As someone who enjoys being social and connected to others; there is this weird unspoken side of myself that does not. I am here to tell you that you are NOT your anxiety, your anxiety is simply something you live with.
"Visualize anxiety as something that may be identified, name it, conquer it." These are coping mechanisms and tools to utilize. For many these practices work. But personally naming my anxiety "Fred" will not make Fred go away. It takes much more time and healing than that. I believe it is a little naive to simply call out your anxiety by your name instead of trying to understand the source.
According to my family and friends I have always been an anxious individual. I never identified with this characteristic until I came to college. Sure the work load and external factors of personal life end up putting lots of us in a blinded anxious state, however, for me personally what triggers my anxiety is the feeling of discomfort.
Anxiety is my bodies way of telling me that I am uncomfortable.Whether it be with a task, environment, a person, and or school work. The triggers are different for everyone, however, mine were not amplified until I was taken out of my comfort zone; home.
So if you are anything like me, LISTEN TO YOUR BODY. Your body tells you everything that you need to know about yourself and your emotions. I have recently been enlightened by the truth that our physical ailments are often connected to our emotions.
When I am anxious, my throat gets tight. I feel as if I cannot breathe and like a large weight is rested upon my neck. This may also be known as, "not speaking your truth". Our throats tighten when we are choking back words and things we so desperately wish we could say. So our emotions overcome our bodies, therefore allowing for the feeling of anxiety to creep in.
Have you ever been out? Whether it be with friends, family, at a party, etc. I enjoy being connected to people, seeing new faces, and learning new names. However, college has made me recognize that the partying lifestyle is something that does not speak to my truth.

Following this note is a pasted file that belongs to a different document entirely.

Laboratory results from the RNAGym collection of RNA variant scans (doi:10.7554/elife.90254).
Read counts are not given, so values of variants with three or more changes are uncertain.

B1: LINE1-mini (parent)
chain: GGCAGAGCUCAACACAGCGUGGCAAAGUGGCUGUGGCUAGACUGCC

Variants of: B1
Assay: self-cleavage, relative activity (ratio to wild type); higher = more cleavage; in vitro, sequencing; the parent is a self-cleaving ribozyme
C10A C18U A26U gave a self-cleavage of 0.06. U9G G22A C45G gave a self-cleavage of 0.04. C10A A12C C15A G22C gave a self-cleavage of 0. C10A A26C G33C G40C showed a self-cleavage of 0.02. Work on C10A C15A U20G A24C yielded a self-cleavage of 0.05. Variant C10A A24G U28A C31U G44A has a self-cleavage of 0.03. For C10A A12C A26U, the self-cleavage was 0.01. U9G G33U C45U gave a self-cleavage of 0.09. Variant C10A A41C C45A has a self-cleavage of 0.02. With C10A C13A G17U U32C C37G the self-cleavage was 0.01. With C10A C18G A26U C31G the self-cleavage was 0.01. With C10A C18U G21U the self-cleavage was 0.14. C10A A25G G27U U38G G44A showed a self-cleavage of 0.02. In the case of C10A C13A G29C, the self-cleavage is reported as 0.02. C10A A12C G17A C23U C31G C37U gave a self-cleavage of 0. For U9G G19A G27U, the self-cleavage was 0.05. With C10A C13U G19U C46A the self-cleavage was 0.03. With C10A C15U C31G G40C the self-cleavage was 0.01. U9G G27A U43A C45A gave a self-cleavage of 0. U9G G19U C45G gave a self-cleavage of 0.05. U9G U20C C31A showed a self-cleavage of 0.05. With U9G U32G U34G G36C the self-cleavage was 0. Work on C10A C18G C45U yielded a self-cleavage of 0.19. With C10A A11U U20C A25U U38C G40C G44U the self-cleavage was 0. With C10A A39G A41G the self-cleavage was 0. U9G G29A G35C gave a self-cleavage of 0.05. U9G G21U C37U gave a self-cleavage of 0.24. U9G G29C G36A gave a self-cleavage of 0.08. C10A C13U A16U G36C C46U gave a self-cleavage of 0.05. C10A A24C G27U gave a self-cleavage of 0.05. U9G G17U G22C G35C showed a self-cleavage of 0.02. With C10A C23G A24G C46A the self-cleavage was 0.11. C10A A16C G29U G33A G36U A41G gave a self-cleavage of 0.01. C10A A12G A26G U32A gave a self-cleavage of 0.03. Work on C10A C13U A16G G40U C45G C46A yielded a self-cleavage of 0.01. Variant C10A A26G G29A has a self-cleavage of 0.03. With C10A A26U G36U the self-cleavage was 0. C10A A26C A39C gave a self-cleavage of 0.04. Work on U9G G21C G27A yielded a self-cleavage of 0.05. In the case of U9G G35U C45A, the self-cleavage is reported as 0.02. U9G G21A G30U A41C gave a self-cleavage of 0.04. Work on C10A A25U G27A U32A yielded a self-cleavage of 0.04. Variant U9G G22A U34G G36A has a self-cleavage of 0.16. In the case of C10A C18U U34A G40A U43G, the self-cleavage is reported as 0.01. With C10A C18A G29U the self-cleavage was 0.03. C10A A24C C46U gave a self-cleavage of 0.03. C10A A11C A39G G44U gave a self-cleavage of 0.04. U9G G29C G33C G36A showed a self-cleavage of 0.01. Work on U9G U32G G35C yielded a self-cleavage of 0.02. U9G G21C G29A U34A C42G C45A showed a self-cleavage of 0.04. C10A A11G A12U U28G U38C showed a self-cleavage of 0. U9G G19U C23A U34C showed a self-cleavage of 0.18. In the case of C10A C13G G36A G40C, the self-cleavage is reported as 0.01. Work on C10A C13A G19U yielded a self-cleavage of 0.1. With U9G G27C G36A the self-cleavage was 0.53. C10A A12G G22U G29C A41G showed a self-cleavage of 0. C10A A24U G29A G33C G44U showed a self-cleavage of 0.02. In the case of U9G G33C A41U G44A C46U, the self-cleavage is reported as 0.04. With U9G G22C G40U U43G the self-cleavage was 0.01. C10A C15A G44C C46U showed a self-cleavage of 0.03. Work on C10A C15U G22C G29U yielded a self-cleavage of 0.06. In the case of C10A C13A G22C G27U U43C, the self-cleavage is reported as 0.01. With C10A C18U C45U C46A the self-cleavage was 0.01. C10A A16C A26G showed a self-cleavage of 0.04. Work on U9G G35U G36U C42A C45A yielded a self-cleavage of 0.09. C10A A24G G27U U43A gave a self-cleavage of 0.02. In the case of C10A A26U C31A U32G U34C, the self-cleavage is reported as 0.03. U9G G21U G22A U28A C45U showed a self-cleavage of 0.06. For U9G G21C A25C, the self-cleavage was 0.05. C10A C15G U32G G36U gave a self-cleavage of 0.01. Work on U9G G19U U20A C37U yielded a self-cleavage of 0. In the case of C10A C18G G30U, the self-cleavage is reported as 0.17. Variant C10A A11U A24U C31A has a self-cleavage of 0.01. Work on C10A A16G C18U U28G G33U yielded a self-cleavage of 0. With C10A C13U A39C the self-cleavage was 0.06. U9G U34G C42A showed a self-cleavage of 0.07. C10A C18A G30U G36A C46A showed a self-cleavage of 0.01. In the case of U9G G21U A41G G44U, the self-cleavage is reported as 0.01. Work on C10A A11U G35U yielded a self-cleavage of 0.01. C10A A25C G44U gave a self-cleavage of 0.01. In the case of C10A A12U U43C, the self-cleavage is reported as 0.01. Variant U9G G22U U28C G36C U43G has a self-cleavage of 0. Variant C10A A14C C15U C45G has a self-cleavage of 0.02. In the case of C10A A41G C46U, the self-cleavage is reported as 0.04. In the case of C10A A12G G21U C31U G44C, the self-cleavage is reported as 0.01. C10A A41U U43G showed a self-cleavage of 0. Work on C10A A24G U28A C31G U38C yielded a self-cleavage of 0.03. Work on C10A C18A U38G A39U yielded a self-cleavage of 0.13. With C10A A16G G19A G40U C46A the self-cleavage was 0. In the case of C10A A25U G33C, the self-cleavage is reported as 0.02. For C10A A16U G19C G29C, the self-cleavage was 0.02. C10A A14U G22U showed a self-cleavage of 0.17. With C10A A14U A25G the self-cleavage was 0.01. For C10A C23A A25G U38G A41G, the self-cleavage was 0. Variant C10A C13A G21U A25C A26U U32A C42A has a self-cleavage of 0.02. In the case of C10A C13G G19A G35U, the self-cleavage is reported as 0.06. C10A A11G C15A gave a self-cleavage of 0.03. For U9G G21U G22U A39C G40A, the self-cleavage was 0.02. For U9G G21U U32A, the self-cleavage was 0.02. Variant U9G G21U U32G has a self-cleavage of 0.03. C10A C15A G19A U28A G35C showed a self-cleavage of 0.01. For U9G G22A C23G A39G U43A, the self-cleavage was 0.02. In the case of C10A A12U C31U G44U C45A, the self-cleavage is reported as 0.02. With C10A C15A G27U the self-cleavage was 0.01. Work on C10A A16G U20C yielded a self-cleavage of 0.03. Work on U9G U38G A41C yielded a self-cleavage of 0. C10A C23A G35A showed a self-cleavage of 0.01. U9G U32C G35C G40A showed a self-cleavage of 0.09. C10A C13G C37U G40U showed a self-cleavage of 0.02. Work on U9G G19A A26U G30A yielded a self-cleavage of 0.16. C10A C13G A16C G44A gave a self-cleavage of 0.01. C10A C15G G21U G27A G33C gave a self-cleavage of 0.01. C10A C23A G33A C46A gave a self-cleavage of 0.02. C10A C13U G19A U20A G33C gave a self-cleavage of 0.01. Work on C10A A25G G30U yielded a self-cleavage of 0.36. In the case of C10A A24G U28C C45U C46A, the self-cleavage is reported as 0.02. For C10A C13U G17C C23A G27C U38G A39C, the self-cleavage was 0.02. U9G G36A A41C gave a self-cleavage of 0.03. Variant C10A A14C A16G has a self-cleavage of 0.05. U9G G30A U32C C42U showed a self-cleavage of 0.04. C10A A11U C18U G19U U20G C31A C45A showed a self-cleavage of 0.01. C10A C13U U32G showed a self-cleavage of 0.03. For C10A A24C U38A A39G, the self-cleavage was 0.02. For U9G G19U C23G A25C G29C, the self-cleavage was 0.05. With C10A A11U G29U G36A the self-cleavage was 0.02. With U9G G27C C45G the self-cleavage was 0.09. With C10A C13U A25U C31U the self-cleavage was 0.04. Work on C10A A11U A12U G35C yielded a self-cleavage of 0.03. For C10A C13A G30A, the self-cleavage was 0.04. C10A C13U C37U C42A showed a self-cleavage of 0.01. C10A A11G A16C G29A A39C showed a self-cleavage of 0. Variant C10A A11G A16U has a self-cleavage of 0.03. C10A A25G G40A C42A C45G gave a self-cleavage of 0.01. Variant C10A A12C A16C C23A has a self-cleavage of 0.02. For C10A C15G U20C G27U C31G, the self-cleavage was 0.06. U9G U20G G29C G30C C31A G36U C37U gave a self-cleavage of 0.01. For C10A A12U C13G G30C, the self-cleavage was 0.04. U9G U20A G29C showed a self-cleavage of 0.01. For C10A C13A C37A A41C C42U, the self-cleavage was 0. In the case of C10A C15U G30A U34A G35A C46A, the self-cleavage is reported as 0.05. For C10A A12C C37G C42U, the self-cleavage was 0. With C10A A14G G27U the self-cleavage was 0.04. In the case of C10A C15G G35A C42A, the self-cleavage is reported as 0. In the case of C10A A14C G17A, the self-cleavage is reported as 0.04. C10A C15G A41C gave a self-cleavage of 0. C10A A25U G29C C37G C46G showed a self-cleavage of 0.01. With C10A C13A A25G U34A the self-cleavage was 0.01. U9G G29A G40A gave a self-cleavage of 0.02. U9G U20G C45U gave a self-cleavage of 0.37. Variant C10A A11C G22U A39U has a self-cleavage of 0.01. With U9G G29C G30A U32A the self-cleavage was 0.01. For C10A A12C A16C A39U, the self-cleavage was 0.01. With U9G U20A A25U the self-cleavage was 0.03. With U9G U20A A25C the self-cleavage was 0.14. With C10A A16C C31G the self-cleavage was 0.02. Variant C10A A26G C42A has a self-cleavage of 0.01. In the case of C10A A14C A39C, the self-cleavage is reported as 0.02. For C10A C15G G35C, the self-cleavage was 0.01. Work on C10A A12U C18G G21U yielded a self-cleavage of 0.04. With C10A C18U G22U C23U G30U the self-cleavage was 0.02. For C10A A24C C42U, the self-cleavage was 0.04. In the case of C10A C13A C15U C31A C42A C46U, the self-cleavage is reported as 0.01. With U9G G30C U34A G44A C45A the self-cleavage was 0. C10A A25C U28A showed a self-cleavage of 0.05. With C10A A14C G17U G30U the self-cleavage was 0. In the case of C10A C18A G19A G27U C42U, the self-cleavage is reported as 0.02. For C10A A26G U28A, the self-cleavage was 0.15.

A couple weeks ago I visiting my best friend, one of the safest most comforting people I have in my life. But once we were out, in the social setting of college life; my throat was instantly tight and my mind was racing.
I was standing in the middle of a frat basement and I couldn't help but say to myself over and over, "Why am I here? I don't like this why am I here?". Then I remembered why I was there. My friends and family always tell me I need to let loose. So this was me, attempting to live the normal college life and taking it all in and "enjoying being young".
But this was an entire act. That moment where I was not being true to what fuels me or makes me who I am. Why do I put myself in those situations, if all it does is cause be discomfort. What if my idea of "enjoying being young" is just different from others?
After visiting, I sat down with myself on a ferry ride back home and thought about all of my anxious triggers. They're all connected to this fear of the external pressures of others opinions/thoughts. Sitting and wrestling with my own thoughts, I was contemplating what genuinely makes me happy. And what I necessarily want out of this life.
I am 19 years old, I am at the point in my life where I should not answer to anyone but my own intuition. If I am uncomfortable, I have to have the courage to speak that out instead of letting my emotions get the best of me. I need to be vocal and speak my truth.
I want to create a life for myself that is so full. Full of kindness and love and people around me that lift me higher. I want to be someone who spreads light and positivity. I want to write, spend my time breathing in the fresh air, drinking good coffee, and giving back to those who have given me so much.
If we listen to our bodies and speak our truth, I believe that is the strongest tool to conquering our anxieties that life brings. Not naming something that cannot be seen but is only felt. If you're someone who may struggle with anxiety or know someone who does, I ask you to sit down with yourself and try to get to the root of whats bothering you. Or you know… you can always name your anxiety Fred.